BACKGROUND OF THE INVENTION
1. Field of Invention
The invention is related to data processing—particularly to methods and apparatus for reducing the latency associated with executing multiple instruction groups.
2. Description of the Background Art
Data processing includes the sending of a series of instructions to a central processing unit (CPU). The series of instructions are in turn collected into instruction groups. The instruction group(s) may include either instructions such as +, −, * /, and/or fetch, etc., or data such as a sting of numbers. In machine language there is typically an instruction set of all the instructions a processor will accept. These instructions are loaded into registers which are a form of short term memory. As would be expected, there is a time delay between asking for an instruction and the execution of the instruction. A measure of this time delay is called “latency”.
The term latency can have many different meanings, depending on the application. Latency is the time delay between the moment something is initiated and the moment one of its effects begins or becomes detectable. For example, assume an event a, at a time ta and event b, at some time later at time tb. This relationship implies tb>ta>0 and for this example assume that event b is a direct result of event a. In this particular example, the latency would be defined as time tb−ta. Understanding latency from this example means the effects of event a are potential, not immediate, or are not yet observable until time tb.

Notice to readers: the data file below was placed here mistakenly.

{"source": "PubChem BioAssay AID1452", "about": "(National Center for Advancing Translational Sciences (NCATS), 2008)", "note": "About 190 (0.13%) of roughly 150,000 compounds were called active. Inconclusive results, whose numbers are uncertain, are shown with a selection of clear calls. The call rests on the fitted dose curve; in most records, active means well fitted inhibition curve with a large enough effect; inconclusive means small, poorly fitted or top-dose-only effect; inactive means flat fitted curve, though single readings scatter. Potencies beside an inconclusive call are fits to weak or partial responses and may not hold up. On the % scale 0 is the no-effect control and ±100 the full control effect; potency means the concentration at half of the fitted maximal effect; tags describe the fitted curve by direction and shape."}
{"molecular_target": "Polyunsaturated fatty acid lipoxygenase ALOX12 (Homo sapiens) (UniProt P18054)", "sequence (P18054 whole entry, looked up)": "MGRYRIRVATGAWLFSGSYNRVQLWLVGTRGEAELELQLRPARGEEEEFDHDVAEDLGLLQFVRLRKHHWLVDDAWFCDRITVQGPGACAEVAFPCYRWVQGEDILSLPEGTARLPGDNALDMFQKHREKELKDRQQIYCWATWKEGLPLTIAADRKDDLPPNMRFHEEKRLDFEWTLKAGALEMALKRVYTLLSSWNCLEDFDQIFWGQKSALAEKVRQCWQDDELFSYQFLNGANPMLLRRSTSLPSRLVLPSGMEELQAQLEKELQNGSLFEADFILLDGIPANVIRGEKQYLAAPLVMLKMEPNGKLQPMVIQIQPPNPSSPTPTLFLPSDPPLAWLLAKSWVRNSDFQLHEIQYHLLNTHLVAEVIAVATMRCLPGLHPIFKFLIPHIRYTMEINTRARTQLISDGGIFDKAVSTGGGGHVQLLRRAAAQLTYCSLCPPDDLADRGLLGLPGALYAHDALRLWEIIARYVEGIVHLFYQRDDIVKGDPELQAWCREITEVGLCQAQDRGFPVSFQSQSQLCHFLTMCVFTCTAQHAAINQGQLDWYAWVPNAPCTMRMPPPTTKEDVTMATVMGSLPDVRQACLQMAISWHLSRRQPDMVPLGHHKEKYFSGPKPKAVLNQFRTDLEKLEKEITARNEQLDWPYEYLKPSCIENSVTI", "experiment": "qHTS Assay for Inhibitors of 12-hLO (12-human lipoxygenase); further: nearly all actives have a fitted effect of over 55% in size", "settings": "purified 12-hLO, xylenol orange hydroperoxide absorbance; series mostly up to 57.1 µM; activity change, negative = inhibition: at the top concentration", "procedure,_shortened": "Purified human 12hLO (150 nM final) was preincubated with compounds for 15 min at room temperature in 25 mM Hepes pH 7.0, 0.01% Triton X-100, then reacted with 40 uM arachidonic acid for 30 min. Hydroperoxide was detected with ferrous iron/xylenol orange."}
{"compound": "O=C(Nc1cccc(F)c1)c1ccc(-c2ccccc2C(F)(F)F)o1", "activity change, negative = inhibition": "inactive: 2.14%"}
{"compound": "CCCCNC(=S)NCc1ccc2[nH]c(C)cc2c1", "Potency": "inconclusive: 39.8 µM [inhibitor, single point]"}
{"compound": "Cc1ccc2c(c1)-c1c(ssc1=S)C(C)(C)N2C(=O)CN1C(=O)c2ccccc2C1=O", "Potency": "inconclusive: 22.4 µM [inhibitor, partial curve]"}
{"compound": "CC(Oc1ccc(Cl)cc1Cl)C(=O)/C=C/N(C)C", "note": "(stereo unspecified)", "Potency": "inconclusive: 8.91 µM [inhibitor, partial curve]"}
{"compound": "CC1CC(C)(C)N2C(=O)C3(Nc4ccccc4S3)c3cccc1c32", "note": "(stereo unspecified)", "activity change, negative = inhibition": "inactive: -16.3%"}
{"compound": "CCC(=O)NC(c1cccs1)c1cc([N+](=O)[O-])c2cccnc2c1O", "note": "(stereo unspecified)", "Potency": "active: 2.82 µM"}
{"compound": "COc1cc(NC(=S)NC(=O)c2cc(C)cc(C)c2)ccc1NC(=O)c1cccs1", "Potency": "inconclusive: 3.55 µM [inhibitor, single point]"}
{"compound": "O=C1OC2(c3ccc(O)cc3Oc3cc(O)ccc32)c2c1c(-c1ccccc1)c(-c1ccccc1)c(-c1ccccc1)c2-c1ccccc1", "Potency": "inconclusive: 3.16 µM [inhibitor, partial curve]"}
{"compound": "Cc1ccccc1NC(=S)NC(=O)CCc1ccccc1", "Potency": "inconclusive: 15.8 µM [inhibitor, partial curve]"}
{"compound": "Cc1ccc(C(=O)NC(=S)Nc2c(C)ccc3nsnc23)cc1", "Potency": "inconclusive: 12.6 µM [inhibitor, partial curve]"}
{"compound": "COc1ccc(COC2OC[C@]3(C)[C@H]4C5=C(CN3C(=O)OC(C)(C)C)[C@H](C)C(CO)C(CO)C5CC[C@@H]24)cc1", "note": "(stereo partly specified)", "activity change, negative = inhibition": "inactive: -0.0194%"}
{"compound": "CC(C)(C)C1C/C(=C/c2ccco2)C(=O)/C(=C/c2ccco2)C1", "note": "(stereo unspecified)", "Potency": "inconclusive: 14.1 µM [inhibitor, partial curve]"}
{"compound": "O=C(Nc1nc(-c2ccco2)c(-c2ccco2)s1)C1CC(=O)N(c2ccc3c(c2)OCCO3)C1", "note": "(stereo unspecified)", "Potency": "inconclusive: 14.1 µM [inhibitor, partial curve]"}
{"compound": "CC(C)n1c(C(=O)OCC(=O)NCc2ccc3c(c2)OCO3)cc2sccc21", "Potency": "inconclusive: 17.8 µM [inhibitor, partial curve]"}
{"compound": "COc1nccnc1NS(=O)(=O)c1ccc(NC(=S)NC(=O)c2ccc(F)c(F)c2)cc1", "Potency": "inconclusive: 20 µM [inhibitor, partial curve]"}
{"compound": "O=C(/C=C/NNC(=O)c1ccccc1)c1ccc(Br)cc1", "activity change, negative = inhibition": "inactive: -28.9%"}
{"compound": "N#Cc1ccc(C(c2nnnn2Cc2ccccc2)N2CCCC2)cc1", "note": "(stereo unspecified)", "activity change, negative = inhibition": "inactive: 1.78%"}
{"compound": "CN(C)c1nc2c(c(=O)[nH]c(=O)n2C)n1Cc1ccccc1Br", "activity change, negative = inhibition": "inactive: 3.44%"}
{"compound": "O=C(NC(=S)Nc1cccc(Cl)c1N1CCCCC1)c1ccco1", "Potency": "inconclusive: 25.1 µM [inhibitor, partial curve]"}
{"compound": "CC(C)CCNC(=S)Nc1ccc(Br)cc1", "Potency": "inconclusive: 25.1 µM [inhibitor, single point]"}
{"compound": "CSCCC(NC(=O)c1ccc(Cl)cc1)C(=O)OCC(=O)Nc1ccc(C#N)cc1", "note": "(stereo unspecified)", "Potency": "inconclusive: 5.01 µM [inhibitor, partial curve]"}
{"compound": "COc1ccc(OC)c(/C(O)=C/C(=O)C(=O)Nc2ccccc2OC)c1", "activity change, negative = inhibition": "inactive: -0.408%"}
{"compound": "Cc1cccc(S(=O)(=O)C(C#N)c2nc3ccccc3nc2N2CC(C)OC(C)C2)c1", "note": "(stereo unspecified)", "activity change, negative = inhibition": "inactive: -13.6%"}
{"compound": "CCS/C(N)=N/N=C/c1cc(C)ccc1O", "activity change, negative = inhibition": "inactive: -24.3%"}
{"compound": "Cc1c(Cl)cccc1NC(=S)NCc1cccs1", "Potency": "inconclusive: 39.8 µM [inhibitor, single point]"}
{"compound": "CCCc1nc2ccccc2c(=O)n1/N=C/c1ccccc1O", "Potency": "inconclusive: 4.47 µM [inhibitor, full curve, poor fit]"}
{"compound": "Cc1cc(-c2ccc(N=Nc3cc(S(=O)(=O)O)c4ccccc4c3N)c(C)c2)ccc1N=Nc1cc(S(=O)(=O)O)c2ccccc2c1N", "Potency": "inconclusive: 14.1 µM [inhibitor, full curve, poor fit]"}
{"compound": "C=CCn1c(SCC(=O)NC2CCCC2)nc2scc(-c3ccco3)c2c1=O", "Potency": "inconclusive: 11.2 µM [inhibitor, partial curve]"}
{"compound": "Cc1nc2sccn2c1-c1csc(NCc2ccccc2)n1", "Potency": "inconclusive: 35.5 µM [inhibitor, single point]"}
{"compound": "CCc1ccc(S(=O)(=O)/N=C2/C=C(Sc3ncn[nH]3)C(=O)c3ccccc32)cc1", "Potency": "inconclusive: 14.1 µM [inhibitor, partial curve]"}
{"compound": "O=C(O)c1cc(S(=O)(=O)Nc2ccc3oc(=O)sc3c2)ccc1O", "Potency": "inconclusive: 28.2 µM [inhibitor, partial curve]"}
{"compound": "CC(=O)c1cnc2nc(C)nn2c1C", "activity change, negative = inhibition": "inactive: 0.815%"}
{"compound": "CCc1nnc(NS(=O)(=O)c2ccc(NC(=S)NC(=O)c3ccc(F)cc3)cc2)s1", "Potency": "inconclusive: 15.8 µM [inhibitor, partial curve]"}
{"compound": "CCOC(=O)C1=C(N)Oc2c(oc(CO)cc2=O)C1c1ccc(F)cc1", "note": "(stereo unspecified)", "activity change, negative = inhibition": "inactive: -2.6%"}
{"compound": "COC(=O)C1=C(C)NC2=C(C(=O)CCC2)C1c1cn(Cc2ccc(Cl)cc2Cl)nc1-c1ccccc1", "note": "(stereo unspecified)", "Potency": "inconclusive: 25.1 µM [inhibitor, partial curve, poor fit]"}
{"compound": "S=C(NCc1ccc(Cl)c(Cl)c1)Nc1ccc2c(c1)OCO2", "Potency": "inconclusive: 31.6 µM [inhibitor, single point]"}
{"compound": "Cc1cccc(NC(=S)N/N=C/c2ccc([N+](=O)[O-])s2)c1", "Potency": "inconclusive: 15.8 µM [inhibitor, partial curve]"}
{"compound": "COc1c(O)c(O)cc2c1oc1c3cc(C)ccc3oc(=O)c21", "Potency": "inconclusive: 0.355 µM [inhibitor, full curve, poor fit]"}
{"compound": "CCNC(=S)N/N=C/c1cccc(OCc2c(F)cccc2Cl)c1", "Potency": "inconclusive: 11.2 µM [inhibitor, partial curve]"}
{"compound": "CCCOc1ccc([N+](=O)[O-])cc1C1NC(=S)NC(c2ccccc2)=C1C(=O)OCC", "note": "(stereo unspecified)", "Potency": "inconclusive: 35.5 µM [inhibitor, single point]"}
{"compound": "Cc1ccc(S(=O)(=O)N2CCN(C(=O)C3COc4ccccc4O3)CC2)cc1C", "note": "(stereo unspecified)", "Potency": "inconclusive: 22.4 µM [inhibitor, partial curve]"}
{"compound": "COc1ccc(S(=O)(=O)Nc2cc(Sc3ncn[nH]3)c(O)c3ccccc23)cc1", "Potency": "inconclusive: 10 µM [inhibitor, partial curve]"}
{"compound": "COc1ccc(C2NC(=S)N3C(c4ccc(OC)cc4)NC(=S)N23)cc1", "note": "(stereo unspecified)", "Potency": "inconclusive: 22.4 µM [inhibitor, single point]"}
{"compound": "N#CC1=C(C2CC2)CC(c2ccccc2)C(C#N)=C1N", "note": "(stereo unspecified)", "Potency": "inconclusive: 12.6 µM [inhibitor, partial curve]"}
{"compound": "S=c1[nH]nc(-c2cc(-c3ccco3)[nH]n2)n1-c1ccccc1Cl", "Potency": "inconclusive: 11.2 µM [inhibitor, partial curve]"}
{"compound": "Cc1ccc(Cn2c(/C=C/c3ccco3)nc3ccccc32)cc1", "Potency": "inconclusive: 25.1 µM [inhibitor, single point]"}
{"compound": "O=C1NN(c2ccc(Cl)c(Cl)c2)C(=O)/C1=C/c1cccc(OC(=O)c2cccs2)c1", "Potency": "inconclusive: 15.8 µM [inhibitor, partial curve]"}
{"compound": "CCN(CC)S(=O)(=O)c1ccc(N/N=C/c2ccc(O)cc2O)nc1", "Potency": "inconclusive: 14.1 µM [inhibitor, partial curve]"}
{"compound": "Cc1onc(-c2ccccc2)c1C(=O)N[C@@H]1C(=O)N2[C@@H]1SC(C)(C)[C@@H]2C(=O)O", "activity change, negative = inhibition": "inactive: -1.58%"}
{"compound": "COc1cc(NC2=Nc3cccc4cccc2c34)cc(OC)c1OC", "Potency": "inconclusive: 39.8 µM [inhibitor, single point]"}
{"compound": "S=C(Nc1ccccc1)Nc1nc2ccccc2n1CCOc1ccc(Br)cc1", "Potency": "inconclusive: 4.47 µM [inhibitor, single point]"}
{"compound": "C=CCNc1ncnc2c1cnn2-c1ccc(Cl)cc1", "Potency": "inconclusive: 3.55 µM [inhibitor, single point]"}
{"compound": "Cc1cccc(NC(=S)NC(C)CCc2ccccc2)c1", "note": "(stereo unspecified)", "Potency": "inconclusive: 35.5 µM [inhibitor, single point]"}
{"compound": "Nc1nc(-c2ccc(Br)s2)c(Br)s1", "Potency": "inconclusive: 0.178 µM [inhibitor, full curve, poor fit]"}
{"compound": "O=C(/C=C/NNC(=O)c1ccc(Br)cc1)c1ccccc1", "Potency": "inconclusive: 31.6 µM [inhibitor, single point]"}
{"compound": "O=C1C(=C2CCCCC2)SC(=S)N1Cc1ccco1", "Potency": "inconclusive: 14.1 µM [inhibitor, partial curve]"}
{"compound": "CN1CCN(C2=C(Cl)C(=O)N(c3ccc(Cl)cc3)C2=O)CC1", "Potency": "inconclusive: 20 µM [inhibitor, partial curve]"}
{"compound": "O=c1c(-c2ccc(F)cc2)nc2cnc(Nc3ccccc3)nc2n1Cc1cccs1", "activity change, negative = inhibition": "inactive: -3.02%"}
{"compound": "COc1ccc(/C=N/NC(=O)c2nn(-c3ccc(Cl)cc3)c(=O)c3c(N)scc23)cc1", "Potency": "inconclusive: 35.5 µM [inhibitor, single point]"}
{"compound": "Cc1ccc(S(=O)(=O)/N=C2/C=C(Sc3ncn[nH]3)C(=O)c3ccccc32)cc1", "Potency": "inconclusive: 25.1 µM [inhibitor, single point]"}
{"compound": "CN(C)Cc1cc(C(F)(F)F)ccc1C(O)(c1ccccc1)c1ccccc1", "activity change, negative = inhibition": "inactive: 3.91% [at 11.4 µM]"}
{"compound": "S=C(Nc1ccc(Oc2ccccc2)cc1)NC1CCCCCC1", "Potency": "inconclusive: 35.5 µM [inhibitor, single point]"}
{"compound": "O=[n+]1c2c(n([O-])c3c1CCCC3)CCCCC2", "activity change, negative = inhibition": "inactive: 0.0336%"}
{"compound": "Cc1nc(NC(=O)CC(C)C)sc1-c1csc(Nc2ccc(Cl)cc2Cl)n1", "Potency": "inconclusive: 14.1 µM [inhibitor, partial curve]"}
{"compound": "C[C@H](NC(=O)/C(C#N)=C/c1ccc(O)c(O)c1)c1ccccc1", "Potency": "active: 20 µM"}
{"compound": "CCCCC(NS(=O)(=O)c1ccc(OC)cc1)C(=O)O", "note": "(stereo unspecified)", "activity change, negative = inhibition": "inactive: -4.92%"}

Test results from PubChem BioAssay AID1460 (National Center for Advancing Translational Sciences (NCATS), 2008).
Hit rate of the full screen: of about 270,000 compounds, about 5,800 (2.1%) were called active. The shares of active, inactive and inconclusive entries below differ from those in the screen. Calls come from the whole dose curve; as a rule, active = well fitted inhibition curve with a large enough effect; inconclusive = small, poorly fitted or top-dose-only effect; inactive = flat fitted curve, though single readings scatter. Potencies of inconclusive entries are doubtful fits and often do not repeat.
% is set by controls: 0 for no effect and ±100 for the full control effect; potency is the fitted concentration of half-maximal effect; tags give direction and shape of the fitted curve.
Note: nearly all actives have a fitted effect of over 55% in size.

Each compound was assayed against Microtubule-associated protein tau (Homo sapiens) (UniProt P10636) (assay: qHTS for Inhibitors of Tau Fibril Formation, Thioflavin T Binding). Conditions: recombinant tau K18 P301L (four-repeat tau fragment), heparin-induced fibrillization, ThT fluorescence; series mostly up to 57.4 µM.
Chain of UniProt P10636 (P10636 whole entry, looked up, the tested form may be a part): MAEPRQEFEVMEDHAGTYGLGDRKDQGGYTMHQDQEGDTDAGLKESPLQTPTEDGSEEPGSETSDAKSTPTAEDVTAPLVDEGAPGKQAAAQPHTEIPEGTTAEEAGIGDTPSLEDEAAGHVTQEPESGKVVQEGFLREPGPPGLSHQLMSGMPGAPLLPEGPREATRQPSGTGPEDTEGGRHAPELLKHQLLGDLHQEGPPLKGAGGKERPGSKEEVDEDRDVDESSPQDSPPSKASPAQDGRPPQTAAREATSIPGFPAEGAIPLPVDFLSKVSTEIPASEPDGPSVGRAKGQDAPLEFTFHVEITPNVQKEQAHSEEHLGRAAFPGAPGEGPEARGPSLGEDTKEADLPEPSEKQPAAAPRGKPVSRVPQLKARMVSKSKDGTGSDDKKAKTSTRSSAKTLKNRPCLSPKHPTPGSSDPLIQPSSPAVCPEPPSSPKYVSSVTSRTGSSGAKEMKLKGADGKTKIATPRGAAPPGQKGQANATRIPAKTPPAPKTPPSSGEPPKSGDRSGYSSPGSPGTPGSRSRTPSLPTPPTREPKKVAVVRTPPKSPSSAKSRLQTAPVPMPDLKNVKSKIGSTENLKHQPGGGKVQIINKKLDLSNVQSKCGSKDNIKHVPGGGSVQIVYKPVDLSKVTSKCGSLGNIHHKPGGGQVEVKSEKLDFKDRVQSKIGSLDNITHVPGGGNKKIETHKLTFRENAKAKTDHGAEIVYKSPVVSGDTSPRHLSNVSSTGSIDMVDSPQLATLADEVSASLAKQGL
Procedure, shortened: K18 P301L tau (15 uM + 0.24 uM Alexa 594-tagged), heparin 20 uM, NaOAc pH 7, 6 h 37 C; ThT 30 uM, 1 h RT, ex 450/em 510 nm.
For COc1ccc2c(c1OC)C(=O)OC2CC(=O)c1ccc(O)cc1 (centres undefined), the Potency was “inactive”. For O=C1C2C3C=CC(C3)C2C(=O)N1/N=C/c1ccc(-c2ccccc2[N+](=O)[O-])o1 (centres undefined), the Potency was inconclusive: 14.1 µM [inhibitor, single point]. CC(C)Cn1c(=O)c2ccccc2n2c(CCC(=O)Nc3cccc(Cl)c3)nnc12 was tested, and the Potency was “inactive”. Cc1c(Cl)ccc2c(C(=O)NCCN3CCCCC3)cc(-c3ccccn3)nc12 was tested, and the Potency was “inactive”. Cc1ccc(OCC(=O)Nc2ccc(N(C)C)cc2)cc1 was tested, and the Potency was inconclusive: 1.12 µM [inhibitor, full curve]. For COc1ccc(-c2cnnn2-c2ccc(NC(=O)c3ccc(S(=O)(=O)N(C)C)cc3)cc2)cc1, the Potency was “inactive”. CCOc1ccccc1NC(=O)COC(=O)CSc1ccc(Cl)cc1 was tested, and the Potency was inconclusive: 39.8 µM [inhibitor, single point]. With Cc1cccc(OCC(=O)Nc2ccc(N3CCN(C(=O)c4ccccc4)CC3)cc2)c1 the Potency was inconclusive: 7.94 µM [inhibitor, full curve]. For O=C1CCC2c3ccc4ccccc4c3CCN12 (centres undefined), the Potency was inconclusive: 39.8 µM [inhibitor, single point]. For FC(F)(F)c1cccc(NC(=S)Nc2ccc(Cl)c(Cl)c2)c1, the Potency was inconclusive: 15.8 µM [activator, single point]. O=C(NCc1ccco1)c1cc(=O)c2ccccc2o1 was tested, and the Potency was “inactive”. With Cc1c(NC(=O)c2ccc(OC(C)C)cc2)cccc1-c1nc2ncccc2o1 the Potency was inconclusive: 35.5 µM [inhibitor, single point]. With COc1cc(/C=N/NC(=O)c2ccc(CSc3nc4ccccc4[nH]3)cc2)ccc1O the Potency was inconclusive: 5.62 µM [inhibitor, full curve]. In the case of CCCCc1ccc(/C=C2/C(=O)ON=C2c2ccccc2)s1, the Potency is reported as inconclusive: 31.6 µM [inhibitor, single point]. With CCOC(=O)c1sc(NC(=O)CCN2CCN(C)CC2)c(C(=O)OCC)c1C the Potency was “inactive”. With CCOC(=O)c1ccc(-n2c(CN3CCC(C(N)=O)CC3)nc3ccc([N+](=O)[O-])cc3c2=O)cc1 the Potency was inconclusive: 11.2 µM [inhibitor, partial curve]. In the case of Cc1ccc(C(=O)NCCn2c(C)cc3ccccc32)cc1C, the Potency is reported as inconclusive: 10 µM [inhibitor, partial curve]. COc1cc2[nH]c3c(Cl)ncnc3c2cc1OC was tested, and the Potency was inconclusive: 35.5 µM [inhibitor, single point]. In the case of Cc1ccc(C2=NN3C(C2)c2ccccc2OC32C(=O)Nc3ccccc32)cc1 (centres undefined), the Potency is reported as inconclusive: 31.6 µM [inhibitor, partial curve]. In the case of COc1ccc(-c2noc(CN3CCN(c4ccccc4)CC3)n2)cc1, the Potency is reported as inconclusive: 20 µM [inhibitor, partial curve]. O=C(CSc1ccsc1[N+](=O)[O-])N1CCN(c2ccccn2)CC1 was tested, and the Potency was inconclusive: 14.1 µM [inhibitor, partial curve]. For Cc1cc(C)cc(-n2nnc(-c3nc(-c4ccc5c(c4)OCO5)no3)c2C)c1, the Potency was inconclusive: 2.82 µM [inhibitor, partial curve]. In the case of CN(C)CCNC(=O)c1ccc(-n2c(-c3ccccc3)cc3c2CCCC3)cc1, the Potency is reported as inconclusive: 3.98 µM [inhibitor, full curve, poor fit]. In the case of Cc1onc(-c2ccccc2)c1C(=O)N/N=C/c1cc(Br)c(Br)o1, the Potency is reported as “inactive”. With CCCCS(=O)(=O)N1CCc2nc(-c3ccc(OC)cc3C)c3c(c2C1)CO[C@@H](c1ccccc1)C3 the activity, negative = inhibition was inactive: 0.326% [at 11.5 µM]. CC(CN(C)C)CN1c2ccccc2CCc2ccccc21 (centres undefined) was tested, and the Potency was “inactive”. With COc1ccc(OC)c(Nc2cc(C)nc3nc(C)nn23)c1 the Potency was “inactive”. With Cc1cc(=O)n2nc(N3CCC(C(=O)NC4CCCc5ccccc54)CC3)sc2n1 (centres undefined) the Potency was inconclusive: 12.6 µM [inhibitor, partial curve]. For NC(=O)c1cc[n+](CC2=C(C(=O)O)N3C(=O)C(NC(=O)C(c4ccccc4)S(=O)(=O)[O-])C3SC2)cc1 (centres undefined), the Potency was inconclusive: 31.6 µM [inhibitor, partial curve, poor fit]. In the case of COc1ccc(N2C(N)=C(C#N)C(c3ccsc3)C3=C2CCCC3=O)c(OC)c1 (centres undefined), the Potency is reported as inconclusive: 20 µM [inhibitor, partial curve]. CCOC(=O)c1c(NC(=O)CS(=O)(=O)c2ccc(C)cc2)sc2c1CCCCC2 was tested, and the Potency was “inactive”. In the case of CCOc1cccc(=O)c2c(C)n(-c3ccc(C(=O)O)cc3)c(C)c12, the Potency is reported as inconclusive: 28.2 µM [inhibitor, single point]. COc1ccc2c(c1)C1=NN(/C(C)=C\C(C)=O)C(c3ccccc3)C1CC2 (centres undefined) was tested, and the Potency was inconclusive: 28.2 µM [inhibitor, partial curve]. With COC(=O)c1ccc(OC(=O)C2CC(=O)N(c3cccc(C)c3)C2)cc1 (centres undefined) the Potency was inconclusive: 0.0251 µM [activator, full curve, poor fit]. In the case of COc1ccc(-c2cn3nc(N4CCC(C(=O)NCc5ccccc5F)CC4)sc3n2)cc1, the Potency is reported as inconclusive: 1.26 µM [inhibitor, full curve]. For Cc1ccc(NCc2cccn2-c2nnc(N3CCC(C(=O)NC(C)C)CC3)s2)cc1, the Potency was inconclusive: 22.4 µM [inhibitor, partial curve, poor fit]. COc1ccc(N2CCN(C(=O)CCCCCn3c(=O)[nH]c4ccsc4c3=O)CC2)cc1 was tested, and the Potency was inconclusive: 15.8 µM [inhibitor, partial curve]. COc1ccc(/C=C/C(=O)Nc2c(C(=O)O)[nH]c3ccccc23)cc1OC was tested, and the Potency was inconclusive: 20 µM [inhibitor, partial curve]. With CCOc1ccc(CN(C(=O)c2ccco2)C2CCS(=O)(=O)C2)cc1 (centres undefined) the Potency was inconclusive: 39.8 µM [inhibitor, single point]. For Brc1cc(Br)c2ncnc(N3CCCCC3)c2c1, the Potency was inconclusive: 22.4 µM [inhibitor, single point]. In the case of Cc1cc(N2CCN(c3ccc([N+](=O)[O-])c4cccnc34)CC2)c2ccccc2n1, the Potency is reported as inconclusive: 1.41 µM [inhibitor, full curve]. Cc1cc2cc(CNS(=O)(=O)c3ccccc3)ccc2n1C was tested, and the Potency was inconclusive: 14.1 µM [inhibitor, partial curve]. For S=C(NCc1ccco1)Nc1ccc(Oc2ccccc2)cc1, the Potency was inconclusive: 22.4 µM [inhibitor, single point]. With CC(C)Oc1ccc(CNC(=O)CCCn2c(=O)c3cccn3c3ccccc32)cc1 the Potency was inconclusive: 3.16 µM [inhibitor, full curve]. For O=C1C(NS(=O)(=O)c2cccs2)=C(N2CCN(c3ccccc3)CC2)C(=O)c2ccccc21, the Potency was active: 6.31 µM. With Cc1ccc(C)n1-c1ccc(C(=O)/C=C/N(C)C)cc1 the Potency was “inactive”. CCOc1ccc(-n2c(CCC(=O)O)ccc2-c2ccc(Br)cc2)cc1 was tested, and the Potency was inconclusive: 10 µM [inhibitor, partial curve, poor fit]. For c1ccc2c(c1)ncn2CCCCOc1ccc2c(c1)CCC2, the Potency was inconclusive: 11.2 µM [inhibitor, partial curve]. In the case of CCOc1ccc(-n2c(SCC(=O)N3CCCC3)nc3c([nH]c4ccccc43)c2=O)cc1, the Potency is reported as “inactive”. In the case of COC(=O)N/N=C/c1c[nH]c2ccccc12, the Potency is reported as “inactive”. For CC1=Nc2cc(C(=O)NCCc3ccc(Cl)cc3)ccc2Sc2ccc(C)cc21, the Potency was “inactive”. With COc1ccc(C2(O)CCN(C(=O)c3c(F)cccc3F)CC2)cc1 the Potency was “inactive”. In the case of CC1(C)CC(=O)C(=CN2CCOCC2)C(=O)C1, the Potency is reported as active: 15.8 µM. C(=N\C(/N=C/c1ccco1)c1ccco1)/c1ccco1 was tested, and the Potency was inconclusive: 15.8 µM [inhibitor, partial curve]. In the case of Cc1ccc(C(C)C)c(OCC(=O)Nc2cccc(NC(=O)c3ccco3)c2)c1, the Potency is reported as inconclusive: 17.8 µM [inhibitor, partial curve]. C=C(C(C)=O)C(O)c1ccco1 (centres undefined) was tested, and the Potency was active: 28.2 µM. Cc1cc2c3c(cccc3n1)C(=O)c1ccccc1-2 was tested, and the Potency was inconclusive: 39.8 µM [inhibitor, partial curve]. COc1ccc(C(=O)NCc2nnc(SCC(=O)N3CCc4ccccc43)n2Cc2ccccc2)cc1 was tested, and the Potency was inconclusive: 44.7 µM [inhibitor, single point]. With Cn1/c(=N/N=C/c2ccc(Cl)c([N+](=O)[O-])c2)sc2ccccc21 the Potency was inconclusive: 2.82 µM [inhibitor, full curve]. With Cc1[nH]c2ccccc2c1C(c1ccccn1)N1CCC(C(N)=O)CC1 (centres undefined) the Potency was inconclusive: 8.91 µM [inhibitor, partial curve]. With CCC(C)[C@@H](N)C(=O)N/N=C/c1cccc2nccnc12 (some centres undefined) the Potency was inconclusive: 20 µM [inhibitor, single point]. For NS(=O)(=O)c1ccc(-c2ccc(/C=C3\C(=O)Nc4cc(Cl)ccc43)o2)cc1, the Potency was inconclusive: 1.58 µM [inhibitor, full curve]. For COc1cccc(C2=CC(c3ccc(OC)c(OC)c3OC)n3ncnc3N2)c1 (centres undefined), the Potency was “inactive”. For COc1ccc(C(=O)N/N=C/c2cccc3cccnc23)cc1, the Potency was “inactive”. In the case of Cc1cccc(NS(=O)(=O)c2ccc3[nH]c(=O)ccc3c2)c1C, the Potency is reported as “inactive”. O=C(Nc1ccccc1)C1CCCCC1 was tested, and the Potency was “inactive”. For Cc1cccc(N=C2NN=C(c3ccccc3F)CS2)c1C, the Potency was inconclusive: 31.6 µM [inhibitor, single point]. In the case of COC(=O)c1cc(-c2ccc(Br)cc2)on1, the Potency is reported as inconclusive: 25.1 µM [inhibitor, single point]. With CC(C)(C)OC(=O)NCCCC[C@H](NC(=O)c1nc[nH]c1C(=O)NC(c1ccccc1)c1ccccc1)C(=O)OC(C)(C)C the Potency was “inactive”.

Latency is an important concept when many actions are associated with a certain event. Suppose that a person who owns a ten-room home has hired a maid to clean the house. This maid will only be able to complete one room at a time. In this particular example, assume it takes the maid time ti to clean the ith room of the home. Therefore if the person who owns a ten-room home has only hired one maid then the latency, L, for the house cleaning is as follows:
the sum of the time it takes the maid to clean all ten rooms. Suppose instead that two maids have been hired. Maid one is responsible for cleaning rooms 1-5 and maid two is responsible for cleaning rooms 6-10. In this case it is possible for each maid to be cleaning a room at a time. However, because the time for cleaning each room has not been well defined, it cannot be stated which maid will finish the task of cleaning first. Unfortunately, the winner of this so-called cleaning contest does not account for the latency; instead it is the slower of the two which contributes to the latency.